Did I mention all the beautiful scenery? Traveling up and down the roads of the Swedish west coast there was so much of it that you really couldn’t take it all in with one trip. As I’ve mentioned, much of it reminded me of my home in Alaska. From the birches and snow to the wildlife, ice and snow-swept roads, Sweden would not be an unfamiliar place to those of us in North America that live in colder climates and it’s quite apparent where we got some of our traditions from the Scandinavians.
The light was turning to twilight and the next part of our day took us to a restaurant/truck stop/hotel named Edet Värdshus in Lilla Edets. Talk about style and comfort for truckers! It was a cozy place located next to a river where you can unwind, have a great meal and enjoy the scenery outside and the company of other truckers. They had a great menu, a hotel, a convenience store and, of course, a place to gas up. We spent a few hours there taking some photos and filling our bellies. I wouldn’t mind having this place to stop at along one of my routes!
After the first day of work, the crew was well aware of my love of horses, and took us to the local track, Åby Racetrack. Horses are BIG (as in popular) in Sweden–my kind of place. The track was bustling with people and there were a number of races slated for that evening. We came in, got ourselves warm, had a good cheeseburger and watched a couple of races before getting the chance to get a little exercise and go down to the stables where the horses were. Very nice stables. Heated and indoors, with shower rooms for the horses. As it happened, one of our friends family members raced horses so we got the grand tour. I did learn this: I should stick to riding horses and not betting on them. Although I didn’t wager any bets, I did try to pick my horse… That’s not easy at all!
Another day and more work. We started off, as we did most every day in Sweden, with Annica coming to the hotel and getting me ready, then we were off to another breakfast cafe in Gothenburg. Beckmans offers a nice spot for truckers to get the day started with a big breakfast (frukost). Although I wasn’t there to truck, I was happy to get a little something to eat before a full day of pics and video. We did a bit of shooting and interviewing there, and that would be just the start. Today would turn out to be a busy day, so it was nice to get some time to sit before our busy schedule would take us all around the city.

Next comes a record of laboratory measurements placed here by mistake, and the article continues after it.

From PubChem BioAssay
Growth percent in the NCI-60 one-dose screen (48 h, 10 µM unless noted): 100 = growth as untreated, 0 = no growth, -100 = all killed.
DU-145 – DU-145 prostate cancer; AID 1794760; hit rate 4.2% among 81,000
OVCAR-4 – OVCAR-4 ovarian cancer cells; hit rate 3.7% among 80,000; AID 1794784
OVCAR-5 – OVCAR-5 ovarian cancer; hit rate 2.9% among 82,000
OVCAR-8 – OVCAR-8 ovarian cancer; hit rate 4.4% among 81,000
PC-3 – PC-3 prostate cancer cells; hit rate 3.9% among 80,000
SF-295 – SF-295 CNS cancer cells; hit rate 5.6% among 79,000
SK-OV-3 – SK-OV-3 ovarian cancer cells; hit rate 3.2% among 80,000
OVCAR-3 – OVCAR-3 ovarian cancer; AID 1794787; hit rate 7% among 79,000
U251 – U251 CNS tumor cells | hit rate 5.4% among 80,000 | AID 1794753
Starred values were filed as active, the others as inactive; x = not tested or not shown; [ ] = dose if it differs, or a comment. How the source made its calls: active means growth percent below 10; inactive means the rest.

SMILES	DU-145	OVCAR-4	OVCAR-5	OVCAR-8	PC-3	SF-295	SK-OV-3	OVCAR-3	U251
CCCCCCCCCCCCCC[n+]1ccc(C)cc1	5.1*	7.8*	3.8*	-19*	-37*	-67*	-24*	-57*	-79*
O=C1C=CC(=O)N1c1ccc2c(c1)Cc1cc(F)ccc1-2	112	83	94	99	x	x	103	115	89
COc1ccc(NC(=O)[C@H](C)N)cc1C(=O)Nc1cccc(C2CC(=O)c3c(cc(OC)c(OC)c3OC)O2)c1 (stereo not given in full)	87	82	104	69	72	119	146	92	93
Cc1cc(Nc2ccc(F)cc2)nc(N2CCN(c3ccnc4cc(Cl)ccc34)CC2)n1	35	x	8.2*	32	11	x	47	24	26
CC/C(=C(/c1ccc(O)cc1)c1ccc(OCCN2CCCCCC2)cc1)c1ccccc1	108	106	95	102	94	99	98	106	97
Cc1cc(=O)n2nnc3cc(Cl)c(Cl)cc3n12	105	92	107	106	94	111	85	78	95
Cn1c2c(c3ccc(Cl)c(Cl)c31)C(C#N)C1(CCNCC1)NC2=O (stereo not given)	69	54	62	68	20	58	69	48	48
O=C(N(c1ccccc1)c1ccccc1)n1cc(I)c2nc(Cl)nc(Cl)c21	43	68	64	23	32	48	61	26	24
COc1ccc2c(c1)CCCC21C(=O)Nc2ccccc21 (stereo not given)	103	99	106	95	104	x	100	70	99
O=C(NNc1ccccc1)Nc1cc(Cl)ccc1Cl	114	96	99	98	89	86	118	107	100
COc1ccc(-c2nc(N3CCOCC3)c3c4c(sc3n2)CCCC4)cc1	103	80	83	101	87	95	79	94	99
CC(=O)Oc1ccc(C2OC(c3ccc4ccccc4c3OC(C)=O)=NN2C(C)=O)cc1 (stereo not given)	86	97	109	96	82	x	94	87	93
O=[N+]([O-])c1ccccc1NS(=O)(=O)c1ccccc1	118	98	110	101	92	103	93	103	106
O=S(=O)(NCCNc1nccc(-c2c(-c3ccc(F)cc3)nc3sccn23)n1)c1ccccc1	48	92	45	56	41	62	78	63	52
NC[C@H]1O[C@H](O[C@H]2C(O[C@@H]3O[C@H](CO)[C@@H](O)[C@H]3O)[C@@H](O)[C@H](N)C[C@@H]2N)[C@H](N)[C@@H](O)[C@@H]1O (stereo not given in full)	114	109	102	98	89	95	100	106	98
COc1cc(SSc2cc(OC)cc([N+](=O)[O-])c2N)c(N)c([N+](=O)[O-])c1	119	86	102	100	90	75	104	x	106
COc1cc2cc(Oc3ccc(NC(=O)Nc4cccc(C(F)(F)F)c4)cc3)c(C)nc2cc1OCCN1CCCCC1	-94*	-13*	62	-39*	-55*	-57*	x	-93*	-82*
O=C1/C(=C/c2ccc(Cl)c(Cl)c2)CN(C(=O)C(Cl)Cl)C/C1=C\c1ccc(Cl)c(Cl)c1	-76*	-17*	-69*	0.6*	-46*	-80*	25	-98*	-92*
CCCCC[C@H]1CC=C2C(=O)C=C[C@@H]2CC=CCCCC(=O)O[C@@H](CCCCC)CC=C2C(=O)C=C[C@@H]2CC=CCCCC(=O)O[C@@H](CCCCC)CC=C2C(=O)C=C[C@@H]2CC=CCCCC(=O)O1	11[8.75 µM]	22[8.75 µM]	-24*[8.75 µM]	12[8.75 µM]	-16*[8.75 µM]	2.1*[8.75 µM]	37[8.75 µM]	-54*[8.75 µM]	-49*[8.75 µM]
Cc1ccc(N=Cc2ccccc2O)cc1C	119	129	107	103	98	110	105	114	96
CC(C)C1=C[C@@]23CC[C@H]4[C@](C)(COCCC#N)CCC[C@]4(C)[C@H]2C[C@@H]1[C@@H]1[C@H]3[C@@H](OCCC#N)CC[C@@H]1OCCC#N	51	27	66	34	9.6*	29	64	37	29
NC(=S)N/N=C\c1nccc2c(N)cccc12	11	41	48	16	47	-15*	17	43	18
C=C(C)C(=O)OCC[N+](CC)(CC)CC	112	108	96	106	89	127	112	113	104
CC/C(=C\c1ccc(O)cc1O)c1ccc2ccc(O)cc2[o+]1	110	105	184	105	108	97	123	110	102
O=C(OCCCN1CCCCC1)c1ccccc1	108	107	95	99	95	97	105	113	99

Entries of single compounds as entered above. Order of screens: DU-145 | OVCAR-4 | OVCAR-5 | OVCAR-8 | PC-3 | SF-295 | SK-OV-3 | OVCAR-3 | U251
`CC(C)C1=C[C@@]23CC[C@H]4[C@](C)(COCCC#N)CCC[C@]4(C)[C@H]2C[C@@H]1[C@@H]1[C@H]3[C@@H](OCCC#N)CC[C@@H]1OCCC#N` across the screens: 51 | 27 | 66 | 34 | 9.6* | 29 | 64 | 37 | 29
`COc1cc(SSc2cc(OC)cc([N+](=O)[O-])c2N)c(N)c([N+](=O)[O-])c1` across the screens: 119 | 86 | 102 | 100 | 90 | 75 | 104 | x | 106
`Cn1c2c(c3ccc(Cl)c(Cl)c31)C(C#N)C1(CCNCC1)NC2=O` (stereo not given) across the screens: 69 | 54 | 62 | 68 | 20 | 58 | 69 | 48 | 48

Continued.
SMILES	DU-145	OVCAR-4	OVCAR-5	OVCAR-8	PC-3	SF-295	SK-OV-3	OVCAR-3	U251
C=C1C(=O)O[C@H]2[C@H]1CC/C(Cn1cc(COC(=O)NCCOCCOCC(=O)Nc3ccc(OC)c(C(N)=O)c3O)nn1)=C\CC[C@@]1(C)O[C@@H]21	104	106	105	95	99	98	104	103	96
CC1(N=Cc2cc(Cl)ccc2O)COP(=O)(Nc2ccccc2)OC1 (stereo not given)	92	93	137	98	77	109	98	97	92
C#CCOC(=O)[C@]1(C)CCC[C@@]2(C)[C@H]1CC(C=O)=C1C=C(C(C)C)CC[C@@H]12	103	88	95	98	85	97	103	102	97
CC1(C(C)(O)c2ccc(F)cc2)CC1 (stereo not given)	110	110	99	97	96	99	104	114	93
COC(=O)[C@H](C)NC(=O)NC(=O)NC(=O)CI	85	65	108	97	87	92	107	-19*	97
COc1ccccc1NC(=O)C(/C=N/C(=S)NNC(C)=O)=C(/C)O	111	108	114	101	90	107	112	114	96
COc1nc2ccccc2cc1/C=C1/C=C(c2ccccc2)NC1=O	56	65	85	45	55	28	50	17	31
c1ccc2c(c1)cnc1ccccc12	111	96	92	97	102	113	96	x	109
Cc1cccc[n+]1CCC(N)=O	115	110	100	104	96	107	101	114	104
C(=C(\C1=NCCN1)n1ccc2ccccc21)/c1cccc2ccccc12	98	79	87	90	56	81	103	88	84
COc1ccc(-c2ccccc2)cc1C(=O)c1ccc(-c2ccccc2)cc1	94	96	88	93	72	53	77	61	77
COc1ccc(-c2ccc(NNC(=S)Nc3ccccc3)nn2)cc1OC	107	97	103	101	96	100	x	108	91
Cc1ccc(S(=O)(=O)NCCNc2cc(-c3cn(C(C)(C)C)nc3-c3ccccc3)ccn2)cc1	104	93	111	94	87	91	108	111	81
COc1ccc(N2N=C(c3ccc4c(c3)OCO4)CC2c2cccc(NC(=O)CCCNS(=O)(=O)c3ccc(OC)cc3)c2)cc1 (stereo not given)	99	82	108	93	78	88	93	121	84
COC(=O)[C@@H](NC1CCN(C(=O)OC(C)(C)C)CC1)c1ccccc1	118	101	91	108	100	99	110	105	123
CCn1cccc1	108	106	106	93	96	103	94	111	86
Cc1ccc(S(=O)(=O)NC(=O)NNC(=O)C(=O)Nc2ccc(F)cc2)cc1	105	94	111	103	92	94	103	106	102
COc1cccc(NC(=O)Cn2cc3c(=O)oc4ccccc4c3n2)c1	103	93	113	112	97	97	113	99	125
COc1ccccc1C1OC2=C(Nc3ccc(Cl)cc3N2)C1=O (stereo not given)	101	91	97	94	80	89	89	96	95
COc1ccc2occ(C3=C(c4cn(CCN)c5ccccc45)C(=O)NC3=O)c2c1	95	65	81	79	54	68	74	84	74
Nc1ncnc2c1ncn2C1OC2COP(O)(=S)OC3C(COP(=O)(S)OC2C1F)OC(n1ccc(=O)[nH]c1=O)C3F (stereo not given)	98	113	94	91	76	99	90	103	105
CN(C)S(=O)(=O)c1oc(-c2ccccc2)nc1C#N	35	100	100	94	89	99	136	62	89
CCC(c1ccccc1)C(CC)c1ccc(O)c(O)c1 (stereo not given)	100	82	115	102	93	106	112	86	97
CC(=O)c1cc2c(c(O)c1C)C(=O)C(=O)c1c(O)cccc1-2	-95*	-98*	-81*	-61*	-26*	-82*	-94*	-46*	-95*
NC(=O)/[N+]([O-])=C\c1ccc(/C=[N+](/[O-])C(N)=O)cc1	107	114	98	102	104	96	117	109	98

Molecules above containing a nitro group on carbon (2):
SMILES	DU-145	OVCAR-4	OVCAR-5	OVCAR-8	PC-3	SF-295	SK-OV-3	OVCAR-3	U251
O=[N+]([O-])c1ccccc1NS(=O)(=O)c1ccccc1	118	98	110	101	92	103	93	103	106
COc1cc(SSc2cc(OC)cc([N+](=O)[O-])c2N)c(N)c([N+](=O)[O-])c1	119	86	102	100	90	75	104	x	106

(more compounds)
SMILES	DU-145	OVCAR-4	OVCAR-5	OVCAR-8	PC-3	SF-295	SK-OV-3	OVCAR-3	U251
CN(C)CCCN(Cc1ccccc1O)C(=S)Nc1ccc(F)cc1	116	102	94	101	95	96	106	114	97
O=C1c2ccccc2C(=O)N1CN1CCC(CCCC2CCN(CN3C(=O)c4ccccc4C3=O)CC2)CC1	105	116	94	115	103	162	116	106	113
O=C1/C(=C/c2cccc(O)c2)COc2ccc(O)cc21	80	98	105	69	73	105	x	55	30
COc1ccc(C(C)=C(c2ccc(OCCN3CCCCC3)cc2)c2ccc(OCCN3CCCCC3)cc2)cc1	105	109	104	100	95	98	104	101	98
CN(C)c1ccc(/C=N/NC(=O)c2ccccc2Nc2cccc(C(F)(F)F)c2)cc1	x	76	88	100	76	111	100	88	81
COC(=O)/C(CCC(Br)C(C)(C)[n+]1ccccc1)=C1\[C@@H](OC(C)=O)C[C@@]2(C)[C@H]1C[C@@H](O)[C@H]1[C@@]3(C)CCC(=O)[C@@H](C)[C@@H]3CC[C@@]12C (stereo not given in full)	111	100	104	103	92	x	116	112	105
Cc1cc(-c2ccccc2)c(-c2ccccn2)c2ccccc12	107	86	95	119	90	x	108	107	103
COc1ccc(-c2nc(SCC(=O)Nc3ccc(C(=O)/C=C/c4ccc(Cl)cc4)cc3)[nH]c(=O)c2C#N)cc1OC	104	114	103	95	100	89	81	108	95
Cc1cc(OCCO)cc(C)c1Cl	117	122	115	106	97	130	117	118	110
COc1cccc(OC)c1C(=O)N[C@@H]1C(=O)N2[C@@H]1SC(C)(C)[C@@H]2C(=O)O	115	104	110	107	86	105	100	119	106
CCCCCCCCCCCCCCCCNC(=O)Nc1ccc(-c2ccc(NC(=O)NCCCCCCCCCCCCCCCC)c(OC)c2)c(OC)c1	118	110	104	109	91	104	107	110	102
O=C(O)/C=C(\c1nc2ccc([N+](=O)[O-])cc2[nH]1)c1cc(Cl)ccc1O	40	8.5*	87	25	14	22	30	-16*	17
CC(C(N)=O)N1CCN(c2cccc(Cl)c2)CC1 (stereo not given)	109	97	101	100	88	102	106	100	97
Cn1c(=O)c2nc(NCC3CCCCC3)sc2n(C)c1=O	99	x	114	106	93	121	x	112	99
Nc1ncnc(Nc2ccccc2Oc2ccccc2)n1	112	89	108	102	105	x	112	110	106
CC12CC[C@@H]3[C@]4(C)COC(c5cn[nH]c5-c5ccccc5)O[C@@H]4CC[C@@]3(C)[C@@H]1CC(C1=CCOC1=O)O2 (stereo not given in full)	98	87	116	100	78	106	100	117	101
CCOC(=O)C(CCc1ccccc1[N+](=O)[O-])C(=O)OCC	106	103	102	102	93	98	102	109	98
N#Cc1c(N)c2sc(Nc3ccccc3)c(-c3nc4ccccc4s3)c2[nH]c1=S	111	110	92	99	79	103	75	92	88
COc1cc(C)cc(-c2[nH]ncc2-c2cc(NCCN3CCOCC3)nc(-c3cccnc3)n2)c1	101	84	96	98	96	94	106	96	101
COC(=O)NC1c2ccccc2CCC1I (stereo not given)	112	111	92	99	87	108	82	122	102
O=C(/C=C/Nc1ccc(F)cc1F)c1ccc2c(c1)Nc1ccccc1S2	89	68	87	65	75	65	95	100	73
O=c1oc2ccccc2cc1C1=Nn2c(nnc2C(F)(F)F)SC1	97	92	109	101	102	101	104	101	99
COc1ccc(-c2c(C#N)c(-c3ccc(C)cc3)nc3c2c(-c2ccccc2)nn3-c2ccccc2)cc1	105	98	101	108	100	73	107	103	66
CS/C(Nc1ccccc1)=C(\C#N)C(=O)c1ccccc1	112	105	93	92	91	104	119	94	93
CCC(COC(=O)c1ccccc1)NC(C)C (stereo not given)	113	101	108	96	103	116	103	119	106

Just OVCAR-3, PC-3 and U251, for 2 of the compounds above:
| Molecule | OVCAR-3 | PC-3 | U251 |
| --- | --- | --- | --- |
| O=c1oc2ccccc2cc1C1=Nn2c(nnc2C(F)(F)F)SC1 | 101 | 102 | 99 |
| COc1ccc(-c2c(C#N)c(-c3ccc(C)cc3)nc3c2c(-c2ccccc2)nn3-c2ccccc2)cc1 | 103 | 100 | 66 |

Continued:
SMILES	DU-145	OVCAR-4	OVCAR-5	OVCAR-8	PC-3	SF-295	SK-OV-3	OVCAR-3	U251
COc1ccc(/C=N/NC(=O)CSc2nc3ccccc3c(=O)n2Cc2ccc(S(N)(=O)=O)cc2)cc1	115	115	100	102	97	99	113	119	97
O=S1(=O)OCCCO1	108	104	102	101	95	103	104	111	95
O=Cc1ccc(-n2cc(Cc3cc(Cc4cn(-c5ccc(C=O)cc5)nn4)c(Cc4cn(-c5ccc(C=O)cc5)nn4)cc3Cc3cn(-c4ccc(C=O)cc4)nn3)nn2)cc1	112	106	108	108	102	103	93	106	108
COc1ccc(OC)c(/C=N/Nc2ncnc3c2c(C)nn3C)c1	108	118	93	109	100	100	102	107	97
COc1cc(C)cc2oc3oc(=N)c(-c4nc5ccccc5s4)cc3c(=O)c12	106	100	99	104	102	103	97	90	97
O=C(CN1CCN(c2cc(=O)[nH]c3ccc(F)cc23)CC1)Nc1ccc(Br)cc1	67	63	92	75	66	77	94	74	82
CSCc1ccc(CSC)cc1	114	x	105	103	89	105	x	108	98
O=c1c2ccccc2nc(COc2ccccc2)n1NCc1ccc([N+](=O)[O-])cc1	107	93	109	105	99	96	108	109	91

Our next stop was in a warehouse for more photos. The team had been working well into the day now, and although the days were long, we were still having a great time. Between photo sessions we’d take a break and have something to drink (tea, hot chocolate and coffee) and I was able to spy various jerseys hung in frames in the hallway of local soccer teams. Like many other places in Europe, soccer rules! Again, the people in the warehouse couldn’t have been more patient and accommodating with all of our running around and getting in their way. Thanks to all of you that let me interrupt your daily routine!
After spending a few hours there, we were on to the chilly port for more of the same. Because it an active port, we found ourselves in another busy place with trucks and containers being moved at quite a bustling rate. And although this was in an industrial area of the city, there was still beauty to be had! Here is a shot that looks out over the water, but it still gives a hint at both how hardy and self-sufficient the Swedes are, with both wind generators in the background and someone who had rode their bicycle to work that day!
And they certainly have a sense of humor: An interesting stop sign man that was one of a couple I’d seen around the port. Funny, but gets the point across. There were so many examples of the great work environment I had with the crew; it was chilly nearly every day I was there, but that was always offset by the warmhearted, hard-working people I was with. If it was time to get to work, everyone was on it! If it was time for a break, everyone took a break, warmed up and got back to the task at hand. If I had a suggestion or two, they were happy to give it a try. Quite a team.